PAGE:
Friday, October 22, 2010

caldera formation

A caldera is a cauldron-like volcanic feature usually formed by the collapse of land following a volcanic eruption such as the ones at Yellowstone National Park in the US and Glen Coe in Scotland. They are sometimes confused with volcanic craters. The word comes from Spanish caldera, and this from Latin CALDARIA, meaning "cooking pot". In some texts the English term cauldron is also used.

In 1815, the German geologist Leopold von Buch visited the Las CaƱadas Caldera Teide, Tenerife, and the Caldera de Taburiente, La Palma, both in the Canary Islands. When he published his memoirs he introduced the term "caldera" into the geological vocabulary.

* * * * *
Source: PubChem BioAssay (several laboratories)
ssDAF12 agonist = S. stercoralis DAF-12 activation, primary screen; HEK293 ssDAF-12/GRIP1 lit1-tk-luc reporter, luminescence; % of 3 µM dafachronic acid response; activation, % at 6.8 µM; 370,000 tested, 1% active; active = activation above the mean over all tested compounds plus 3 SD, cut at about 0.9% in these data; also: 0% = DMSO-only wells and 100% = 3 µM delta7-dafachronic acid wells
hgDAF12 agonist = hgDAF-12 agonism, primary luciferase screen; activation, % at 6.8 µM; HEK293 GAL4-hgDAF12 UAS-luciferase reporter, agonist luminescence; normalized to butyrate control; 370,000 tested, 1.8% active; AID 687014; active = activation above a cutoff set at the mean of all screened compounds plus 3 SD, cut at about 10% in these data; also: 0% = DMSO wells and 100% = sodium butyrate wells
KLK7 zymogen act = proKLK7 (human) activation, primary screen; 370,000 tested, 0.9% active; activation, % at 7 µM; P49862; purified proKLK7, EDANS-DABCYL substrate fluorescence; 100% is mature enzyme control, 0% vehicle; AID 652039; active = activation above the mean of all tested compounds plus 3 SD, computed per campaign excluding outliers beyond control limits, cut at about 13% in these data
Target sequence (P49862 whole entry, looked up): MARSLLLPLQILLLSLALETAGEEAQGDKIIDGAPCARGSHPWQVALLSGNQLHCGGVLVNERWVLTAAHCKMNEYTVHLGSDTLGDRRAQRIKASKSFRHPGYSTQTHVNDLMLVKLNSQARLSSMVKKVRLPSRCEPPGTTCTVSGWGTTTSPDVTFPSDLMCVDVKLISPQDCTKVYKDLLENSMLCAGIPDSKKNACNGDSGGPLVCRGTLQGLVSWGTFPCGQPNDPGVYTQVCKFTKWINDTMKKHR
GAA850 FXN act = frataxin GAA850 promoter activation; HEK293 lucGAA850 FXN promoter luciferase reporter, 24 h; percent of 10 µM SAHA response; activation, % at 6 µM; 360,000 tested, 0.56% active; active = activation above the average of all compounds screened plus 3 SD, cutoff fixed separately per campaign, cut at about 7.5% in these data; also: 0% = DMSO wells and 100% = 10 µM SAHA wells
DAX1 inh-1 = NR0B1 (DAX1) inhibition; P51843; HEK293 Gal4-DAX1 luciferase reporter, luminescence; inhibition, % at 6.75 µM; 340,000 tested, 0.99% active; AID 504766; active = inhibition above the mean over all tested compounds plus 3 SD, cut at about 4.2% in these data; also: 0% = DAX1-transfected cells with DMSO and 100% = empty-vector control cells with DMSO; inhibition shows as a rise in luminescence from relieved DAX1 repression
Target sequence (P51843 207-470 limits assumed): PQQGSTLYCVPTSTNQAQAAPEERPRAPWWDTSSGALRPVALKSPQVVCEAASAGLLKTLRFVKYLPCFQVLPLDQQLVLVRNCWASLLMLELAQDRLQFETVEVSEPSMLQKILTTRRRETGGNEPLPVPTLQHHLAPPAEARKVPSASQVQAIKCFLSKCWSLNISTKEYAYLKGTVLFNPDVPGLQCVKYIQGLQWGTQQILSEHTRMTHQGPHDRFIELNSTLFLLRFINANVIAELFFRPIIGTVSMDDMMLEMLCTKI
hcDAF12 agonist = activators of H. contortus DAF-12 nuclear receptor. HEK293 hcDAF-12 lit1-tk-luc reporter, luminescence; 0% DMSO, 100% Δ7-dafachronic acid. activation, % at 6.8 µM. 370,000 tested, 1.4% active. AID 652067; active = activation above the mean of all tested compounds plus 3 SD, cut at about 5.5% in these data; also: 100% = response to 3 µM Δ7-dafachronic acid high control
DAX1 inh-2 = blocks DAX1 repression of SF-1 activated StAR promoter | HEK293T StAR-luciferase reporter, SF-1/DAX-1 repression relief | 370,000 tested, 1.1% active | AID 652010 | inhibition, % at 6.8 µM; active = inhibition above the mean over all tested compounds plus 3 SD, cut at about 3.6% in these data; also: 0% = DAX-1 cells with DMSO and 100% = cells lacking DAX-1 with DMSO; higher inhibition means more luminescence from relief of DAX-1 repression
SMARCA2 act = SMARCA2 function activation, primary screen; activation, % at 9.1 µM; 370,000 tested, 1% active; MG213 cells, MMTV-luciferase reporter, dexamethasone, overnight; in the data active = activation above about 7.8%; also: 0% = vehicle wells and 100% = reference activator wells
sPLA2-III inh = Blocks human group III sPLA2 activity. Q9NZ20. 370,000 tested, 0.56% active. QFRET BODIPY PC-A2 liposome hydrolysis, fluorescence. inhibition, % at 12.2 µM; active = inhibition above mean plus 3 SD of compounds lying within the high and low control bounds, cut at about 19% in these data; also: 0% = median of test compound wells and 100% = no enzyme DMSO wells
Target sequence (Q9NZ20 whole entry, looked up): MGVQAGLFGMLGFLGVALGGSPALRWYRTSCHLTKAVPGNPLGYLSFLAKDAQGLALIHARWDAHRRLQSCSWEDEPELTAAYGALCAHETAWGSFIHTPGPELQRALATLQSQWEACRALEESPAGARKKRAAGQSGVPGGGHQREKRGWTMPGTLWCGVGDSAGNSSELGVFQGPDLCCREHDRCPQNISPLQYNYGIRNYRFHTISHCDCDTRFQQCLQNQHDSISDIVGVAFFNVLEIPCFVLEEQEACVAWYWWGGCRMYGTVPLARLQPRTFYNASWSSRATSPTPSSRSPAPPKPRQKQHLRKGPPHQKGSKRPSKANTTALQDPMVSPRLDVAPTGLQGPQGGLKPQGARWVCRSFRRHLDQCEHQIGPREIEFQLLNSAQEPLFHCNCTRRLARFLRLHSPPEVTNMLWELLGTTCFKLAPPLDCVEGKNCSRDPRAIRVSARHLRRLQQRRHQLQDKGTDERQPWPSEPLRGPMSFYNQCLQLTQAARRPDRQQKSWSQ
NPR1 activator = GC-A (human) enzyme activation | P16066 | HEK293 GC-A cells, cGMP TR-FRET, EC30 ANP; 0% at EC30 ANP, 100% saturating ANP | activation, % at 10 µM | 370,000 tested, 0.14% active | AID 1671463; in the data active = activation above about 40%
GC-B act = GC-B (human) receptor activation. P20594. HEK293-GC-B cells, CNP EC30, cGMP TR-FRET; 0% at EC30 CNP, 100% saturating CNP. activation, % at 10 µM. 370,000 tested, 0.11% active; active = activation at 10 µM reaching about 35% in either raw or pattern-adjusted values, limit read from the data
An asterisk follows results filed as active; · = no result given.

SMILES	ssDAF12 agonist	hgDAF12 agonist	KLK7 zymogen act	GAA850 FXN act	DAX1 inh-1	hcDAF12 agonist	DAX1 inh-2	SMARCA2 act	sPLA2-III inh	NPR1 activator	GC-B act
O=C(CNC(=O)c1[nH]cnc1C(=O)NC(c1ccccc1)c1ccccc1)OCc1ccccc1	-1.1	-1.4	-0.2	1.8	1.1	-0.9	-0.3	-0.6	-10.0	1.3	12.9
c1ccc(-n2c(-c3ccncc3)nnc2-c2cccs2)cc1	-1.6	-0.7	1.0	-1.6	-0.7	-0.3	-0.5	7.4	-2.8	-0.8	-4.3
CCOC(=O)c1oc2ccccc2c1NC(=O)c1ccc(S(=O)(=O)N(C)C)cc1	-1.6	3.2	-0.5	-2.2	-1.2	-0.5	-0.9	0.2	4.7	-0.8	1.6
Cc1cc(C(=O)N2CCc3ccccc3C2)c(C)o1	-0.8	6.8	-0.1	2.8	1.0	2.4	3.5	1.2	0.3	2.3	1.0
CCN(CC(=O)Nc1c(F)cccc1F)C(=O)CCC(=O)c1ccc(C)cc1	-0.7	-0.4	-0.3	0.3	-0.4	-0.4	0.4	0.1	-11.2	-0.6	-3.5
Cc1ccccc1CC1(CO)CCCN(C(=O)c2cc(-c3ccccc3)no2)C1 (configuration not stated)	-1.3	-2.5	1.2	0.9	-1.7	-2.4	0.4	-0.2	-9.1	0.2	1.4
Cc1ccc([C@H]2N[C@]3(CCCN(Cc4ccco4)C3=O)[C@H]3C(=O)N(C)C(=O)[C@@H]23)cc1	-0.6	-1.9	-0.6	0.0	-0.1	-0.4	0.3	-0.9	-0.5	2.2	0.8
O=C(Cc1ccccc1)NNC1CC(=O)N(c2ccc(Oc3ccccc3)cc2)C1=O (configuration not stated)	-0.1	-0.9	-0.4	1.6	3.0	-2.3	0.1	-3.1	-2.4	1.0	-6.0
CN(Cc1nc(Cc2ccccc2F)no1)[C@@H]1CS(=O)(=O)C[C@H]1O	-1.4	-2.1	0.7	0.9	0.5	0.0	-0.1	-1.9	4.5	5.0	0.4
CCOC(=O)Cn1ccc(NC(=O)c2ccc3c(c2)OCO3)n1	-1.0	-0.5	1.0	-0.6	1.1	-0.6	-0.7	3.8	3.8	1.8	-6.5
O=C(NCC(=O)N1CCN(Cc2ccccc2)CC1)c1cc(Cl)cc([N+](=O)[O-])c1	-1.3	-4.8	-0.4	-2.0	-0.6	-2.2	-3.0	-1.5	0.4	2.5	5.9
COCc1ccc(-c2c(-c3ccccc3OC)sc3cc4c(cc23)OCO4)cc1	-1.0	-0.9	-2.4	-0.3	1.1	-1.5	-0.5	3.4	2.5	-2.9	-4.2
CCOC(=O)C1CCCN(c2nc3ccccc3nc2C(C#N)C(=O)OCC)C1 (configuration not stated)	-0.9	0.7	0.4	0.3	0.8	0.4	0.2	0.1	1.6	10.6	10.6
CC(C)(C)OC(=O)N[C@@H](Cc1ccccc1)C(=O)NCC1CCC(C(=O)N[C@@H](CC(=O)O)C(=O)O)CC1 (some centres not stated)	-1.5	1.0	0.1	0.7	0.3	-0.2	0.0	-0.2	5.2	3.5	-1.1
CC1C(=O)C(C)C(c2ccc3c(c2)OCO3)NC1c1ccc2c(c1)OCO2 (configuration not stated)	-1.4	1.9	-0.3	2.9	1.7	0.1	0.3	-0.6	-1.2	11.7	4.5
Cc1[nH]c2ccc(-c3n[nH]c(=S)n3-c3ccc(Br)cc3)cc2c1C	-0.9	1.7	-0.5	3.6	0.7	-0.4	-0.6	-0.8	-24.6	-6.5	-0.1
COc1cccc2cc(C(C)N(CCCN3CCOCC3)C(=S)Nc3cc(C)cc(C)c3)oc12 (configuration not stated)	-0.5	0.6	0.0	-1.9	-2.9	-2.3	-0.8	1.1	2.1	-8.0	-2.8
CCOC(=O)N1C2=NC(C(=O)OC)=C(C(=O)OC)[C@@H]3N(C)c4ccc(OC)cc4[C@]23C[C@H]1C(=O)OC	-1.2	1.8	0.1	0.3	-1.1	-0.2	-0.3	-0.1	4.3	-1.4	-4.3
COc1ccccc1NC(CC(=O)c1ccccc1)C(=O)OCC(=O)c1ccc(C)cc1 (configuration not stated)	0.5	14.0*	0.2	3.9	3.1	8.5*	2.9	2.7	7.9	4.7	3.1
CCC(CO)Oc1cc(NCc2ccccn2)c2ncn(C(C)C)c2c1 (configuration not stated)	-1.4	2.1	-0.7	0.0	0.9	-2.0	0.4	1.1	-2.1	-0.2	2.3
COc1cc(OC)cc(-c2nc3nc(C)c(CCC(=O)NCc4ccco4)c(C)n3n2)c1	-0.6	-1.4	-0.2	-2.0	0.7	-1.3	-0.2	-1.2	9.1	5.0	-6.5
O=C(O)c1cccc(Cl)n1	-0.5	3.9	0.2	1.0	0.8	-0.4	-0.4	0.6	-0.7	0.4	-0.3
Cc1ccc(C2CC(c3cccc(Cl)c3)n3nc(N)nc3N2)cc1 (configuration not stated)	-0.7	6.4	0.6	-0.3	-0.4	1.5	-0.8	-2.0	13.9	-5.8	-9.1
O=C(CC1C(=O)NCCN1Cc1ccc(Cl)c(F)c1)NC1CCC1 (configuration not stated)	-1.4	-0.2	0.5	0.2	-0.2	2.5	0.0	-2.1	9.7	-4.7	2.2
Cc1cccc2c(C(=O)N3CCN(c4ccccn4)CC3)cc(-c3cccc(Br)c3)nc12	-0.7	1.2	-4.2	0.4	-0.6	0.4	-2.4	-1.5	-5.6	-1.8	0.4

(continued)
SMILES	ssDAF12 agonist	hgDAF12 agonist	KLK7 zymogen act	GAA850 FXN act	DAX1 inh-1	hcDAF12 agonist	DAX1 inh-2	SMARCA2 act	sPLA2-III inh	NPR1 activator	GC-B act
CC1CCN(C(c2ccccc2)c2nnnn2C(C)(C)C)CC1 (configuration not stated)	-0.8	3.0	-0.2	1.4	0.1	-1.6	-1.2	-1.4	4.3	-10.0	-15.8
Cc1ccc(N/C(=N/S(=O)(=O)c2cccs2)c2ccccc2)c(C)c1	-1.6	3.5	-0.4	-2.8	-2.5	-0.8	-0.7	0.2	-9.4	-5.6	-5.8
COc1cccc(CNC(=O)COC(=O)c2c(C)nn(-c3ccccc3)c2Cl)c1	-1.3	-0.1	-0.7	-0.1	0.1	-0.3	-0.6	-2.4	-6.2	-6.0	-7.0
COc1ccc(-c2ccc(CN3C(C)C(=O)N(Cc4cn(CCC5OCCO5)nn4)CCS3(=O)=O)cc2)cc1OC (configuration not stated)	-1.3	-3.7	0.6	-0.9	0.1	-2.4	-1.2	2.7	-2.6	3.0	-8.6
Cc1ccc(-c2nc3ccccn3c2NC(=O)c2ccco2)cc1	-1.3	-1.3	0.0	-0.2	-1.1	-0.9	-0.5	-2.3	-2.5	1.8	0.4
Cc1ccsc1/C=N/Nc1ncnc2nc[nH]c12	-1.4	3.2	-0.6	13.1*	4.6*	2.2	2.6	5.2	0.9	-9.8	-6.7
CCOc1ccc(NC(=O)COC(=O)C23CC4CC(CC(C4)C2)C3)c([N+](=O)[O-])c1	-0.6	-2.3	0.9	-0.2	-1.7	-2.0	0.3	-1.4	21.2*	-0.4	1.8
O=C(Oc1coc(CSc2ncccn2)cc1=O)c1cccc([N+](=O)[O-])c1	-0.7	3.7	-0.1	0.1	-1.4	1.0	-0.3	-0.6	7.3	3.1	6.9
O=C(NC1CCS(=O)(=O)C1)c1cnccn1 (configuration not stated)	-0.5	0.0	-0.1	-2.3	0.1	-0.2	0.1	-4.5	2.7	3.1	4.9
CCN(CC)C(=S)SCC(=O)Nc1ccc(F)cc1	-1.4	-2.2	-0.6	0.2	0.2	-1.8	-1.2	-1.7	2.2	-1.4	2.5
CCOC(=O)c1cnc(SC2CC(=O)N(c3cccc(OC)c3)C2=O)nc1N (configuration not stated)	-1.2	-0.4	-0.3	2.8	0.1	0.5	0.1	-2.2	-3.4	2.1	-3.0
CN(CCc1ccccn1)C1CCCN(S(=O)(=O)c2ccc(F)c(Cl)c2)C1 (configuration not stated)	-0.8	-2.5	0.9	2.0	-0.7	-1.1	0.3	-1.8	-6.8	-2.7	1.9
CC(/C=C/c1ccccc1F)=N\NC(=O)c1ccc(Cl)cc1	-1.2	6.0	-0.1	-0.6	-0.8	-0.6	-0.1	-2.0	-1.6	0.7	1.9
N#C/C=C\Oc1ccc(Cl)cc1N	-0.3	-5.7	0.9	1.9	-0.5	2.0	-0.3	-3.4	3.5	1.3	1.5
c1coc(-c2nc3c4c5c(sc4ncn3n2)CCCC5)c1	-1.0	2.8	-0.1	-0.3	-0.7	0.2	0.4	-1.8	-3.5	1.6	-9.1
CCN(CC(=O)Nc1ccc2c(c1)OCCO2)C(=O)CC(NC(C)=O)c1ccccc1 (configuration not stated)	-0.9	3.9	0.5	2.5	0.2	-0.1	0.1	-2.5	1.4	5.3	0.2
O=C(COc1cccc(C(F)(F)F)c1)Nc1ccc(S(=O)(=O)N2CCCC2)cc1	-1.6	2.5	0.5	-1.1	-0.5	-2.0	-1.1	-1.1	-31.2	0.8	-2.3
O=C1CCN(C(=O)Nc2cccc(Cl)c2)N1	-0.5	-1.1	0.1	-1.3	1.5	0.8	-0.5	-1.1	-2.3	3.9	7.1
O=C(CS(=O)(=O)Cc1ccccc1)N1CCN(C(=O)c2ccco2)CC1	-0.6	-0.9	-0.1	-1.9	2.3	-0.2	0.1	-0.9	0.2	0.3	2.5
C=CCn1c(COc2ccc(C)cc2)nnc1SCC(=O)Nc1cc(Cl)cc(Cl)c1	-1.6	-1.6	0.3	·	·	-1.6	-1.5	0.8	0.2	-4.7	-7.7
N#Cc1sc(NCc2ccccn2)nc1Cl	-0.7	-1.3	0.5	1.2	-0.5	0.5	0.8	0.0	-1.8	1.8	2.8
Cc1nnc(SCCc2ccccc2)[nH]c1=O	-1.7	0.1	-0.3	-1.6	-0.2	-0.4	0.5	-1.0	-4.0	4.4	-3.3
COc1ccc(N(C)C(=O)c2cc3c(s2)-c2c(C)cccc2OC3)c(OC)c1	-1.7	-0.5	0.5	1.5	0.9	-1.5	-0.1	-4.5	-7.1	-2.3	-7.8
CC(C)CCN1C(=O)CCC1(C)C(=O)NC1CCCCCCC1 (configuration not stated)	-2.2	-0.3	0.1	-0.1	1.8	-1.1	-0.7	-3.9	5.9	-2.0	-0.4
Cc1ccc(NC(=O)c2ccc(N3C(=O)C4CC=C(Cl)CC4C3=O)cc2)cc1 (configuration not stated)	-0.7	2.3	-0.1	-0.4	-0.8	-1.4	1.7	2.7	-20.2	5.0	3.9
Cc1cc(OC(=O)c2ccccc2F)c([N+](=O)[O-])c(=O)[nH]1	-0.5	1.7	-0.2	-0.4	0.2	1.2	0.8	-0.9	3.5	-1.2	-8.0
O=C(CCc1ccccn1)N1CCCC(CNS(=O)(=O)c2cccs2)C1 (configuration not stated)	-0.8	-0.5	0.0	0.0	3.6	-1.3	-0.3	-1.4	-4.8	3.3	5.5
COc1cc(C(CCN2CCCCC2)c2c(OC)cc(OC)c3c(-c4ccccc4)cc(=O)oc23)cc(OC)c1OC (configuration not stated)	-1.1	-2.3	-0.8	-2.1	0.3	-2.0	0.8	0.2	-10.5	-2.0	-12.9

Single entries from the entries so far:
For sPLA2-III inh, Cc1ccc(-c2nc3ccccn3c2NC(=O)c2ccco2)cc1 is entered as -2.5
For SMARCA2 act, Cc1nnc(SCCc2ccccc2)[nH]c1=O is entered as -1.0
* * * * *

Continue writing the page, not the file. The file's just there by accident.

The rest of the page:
Some calderas are known to host rich ore deposits. One of the world's best preserved mineralized calderas is the Neoarchean Sturgeon Lake Caldera in northeastern Ontario, Canada.

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